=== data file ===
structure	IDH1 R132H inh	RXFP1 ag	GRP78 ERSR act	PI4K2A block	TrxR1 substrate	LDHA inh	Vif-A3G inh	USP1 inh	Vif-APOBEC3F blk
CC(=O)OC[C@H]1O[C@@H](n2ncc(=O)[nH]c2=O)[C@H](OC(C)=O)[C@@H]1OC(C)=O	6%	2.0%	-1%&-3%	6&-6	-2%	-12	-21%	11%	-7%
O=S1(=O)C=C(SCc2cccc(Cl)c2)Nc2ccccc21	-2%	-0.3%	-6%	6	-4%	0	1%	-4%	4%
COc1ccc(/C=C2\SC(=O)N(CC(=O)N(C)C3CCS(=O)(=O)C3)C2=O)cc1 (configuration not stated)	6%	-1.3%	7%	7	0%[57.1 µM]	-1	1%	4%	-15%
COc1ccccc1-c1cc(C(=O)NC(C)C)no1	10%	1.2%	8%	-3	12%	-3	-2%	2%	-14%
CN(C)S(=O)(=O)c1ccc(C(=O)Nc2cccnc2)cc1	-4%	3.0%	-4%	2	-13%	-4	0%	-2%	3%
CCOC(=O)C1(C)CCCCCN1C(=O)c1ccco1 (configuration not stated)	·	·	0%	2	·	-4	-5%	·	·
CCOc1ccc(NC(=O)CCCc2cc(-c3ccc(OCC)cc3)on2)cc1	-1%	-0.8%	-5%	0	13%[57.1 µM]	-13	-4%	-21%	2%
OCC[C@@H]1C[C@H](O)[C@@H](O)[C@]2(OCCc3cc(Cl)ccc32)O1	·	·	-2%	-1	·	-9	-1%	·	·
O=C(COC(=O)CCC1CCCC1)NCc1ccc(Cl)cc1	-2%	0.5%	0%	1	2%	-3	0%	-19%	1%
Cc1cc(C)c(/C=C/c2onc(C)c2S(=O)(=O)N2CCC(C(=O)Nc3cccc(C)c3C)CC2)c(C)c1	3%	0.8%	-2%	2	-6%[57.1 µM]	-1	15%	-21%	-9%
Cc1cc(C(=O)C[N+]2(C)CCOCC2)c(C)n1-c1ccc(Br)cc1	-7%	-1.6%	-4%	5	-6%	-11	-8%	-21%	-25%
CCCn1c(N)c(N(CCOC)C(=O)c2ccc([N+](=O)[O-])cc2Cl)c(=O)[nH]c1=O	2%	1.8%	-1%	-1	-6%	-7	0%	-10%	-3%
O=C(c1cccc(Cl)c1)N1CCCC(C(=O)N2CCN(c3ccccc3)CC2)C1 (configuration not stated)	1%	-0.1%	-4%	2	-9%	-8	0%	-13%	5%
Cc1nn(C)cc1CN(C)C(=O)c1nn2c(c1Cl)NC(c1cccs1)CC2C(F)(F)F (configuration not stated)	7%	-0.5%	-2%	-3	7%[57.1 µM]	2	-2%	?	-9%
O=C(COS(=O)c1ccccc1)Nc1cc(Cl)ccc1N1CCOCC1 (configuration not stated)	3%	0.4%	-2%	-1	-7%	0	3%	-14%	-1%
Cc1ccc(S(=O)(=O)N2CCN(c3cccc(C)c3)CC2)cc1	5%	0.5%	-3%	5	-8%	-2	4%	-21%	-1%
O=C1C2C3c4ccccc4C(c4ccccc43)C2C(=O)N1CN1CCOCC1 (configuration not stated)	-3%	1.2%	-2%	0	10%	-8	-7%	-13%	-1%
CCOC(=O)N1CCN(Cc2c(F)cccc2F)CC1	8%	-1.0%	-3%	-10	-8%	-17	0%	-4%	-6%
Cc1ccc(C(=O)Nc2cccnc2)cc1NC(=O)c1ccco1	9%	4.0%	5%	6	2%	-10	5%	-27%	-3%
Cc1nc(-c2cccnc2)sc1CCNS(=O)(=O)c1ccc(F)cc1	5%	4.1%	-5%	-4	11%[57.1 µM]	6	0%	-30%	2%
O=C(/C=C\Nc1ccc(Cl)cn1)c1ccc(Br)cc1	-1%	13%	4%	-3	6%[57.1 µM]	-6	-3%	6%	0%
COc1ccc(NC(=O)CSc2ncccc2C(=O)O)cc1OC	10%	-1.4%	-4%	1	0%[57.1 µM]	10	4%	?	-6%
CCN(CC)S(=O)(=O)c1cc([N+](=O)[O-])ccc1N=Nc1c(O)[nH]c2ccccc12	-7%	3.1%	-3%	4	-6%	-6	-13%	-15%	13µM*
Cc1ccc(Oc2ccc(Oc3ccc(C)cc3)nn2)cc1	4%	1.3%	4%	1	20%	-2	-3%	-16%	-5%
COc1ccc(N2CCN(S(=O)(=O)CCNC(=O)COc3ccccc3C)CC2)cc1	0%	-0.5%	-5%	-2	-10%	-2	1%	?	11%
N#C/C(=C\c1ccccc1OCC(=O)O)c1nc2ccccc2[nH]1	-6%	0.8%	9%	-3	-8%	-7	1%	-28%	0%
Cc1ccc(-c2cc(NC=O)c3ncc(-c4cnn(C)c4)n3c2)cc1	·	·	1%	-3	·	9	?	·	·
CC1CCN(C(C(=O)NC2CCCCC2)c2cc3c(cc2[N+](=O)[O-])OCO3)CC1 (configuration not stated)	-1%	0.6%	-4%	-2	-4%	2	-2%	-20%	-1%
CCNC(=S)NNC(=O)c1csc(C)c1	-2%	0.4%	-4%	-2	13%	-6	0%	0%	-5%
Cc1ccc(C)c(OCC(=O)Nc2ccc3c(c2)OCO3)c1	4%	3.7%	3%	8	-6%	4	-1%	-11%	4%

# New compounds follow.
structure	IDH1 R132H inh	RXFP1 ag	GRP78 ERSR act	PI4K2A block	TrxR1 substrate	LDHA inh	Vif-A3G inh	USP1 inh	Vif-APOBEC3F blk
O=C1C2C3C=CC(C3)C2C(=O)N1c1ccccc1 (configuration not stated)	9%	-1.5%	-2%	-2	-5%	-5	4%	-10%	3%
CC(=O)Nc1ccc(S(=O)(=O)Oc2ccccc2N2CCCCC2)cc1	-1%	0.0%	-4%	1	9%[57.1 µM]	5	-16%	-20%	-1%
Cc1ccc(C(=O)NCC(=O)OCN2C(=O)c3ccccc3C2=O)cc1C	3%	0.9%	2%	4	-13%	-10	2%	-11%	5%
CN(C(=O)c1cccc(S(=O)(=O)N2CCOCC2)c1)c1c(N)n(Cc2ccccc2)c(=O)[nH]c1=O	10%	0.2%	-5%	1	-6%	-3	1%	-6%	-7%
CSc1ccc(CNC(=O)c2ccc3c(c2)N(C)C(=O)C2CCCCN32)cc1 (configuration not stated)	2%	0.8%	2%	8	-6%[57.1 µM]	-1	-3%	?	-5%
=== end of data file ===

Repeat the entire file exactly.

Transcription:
structure	IDH1 R132H inh	RXFP1 ag	GRP78 ERSR act	PI4K2A block	TrxR1 substrate	LDHA inh	Vif-A3G inh	USP1 inh	Vif-APOBEC3F blk
CC(=O)OC[C@H]1O[C@@H](n2ncc(=O)[nH]c2=O)[C@H](OC(C)=O)[C@@H]1OC(C)=O	6%	2.0%	-1%&-3%	6&-6	-2%	-12	-21%	11%	-7%
O=S1(=O)C=C(SCc2cccc(Cl)c2)Nc2ccccc21	-2%	-0.3%	-6%	6	-4%	0	1%	-4%	4%
COc1ccc(/C=C2\SC(=O)N(CC(=O)N(C)C3CCS(=O)(=O)C3)C2=O)cc1 (configuration not stated)	6%	-1.3%	7%	7	0%[57.1 µM]	-1	1%	4%	-15%
COc1ccccc1-c1cc(C(=O)NC(C)C)no1	10%	1.2%	8%	-3	12%	-3	-2%	2%	-14%
CN(C)S(=O)(=O)c1ccc(C(=O)Nc2cccnc2)cc1	-4%	3.0%	-4%	2	-13%	-4	0%	-2%	3%
CCOC(=O)C1(C)CCCCCN1C(=O)c1ccco1 (configuration not stated)	·	·	0%	2	·	-4	-5%	·	·
CCOc1ccc(NC(=O)CCCc2cc(-c3ccc(OCC)cc3)on2)cc1	-1%	-0.8%	-5%	0	13%[57.1 µM]	-13	-4%	-21%	2%
OCC[C@@H]1C[C@H](O)[C@@H](O)[C@]2(OCCc3cc(Cl)ccc32)O1	·	·	-2%	-1	·	-9	-1%	·	·
O=C(COC(=O)CCC1CCCC1)NCc1ccc(Cl)cc1	-2%	0.5%	0%	1	2%	-3	0%	-19%	1%
Cc1cc(C)c(/C=C/c2onc(C)c2S(=O)(=O)N2CCC(C(=O)Nc3cccc(C)c3C)CC2)c(C)c1	3%	0.8%	-2%	2	-6%[57.1 µM]	-1	15%	-21%	-9%
Cc1cc(C(=O)C[N+]2(C)CCOCC2)c(C)n1-c1ccc(Br)cc1	-7%	-1.6%	-4%	5	-6%	-11	-8%	-21%	-25%
CCCn1c(N)c(N(CCOC)C(=O)c2ccc([N+](=O)[O-])cc2Cl)c(=O)[nH]c1=O	2%	1.8%	-1%	-1	-6%	-7	0%	-10%	-3%
O=C(c1cccc(Cl)c1)N1CCCC(C(=O)N2CCN(c3ccccc3)CC2)C1 (configuration not stated)	1%	-0.1%	-4%	2	-9%	-8	0%	-13%	5%
Cc1nn(C)cc1CN(C)C(=O)c1nn2c(c1Cl)NC(c1cccs1)CC2C(F)(F)F (configuration not stated)	7%	-0.5%	-2%	-3	7%[57.1 µM]	2	-2%	?	-9%
O=C(COS(=O)c1ccccc1)Nc1cc(Cl)ccc1N1CCOCC1 (configuration not stated)	3%	0.4%	-2%	-1	-7%	0	3%	-14%	-1%
Cc1ccc(S(=O)(=O)N2CCN(c3cccc(C)c3)CC2)cc1	5%	0.5%	-3%	5	-8%	-2	4%	-21%	-1%
O=C1C2C3c4ccccc4C(c4ccccc43)C2C(=O)N1CN1CCOCC1 (configuration not stated)	-3%	1.2%	-2%	0	10%	-8	-7%	-13%	-1%
CCOC(=O)N1CCN(Cc2c(F)cccc2F)CC1	8%	-1.0%	-3%	-10	-8%	-17	0%	-4%	-6%
Cc1ccc(C(=O)Nc2cccnc2)cc1NC(=O)c1ccco1	9%	4.0%	5%	6	2%	-10	5%	-27%	-3%
Cc1nc(-c2cccnc2)sc1CCNS(=O)(=O)c1ccc(F)cc1	5%	4.1%	-5%	-4	11%[57.1 µM]	6	0%	-30%	2%
O=C(/C=C\Nc1ccc(Cl)cn1)c1ccc(Br)cc1	-1%	13%	4%	-3	6%[57.1 µM]	-6	-3%	6%	0%
COc1ccc(NC(=O)CSc2ncccc2C(=O)O)cc1OC	10%	-1.4%	-4%	1	0%[57.1 µM]	10	4%	?	-6%
CCN(CC)S(=O)(=O)c1cc([N+](=O)[O-])ccc1N=Nc1c(O)[nH]c2ccccc12	-7%	3.1%	-3%	4	-6%	-6	-13%	-15%	13µM*
Cc1ccc(Oc2ccc(Oc3ccc(C)cc3)nn2)cc1	4%	1.3%	4%	1	20%	-2	-3%	-16%	-5%
COc1ccc(N2CCN(S(=O)(=O)CCNC(=O)COc3ccccc3C)CC2)cc1	0%	-0.5%	-5%	-2	-10%	-2	1%	?	11%
N#C/C(=C\c1ccccc1OCC(=O)O)c1nc2ccccc2[nH]1	-6%	0.8%	9%	-3	-8%	-7	1%	-28%	0%
Cc1ccc(-c2cc(NC=O)c3ncc(-c4cnn(C)c4)n3c2)cc1	·	·	1%	-3	·	9	?	·	·
CC1CCN(C(C(=O)NC2CCCCC2)c2cc3c(cc2[N+](=O)[O-])OCO3)CC1 (configuration not stated)	-1%	0.6%	-4%	-2	-4%	2	-2%	-20%	-1%
CCNC(=S)NNC(=O)c1csc(C)c1	-2%	0.4%	-4%	-2	13%	-6	0%	0%	-5%
Cc1ccc(C)c(OCC(=O)Nc2ccc3c(c2)OCO3)c1	4%	3.7%	3%	8	-6%	4	-1%	-11%	4%

# New compounds follow.
structure	IDH1 R132H inh	RXFP1 ag	GRP78 ERSR act	PI4K2A block	TrxR1 substrate	LDHA inh	Vif-A3G inh	USP1 inh	Vif-APOBEC3F blk
O=C1C2C3C=CC(C3)C2C(=O)N1c1ccccc1 (configuration not stated)	9%	-1.5%	-2%	-2	-5%	-5	4%	-10%	3%
CC(=O)Nc1ccc(S(=O)(=O)Oc2ccccc2N2CCCCC2)cc1	-1%	0.0%	-4%	1	9%[57.1 µM]	5	-16%	-20%	-1%
Cc1ccc(C(=O)NCC(=O)OCN2C(=O)c3ccccc3C2=O)cc1C	3%	0.9%	2%	4	-13%	-10	2%	-11%	5%
CN(C(=O)c1cccc(S(=O)(=O)N2CCOCC2)c1)c1c(N)n(Cc2ccccc2)c(=O)[nH]c1=O	10%	0.2%	-5%	1	-6%	-3	1%	-6%	-7%
CSc1ccc(CNC(=O)c2ccc3c(c2)N(C)C(=O)C2CCCCN32)cc1 (configuration not stated)	2%	0.8%	2%	8	-6%[57.1 µM]	-1	-3%	?	-5%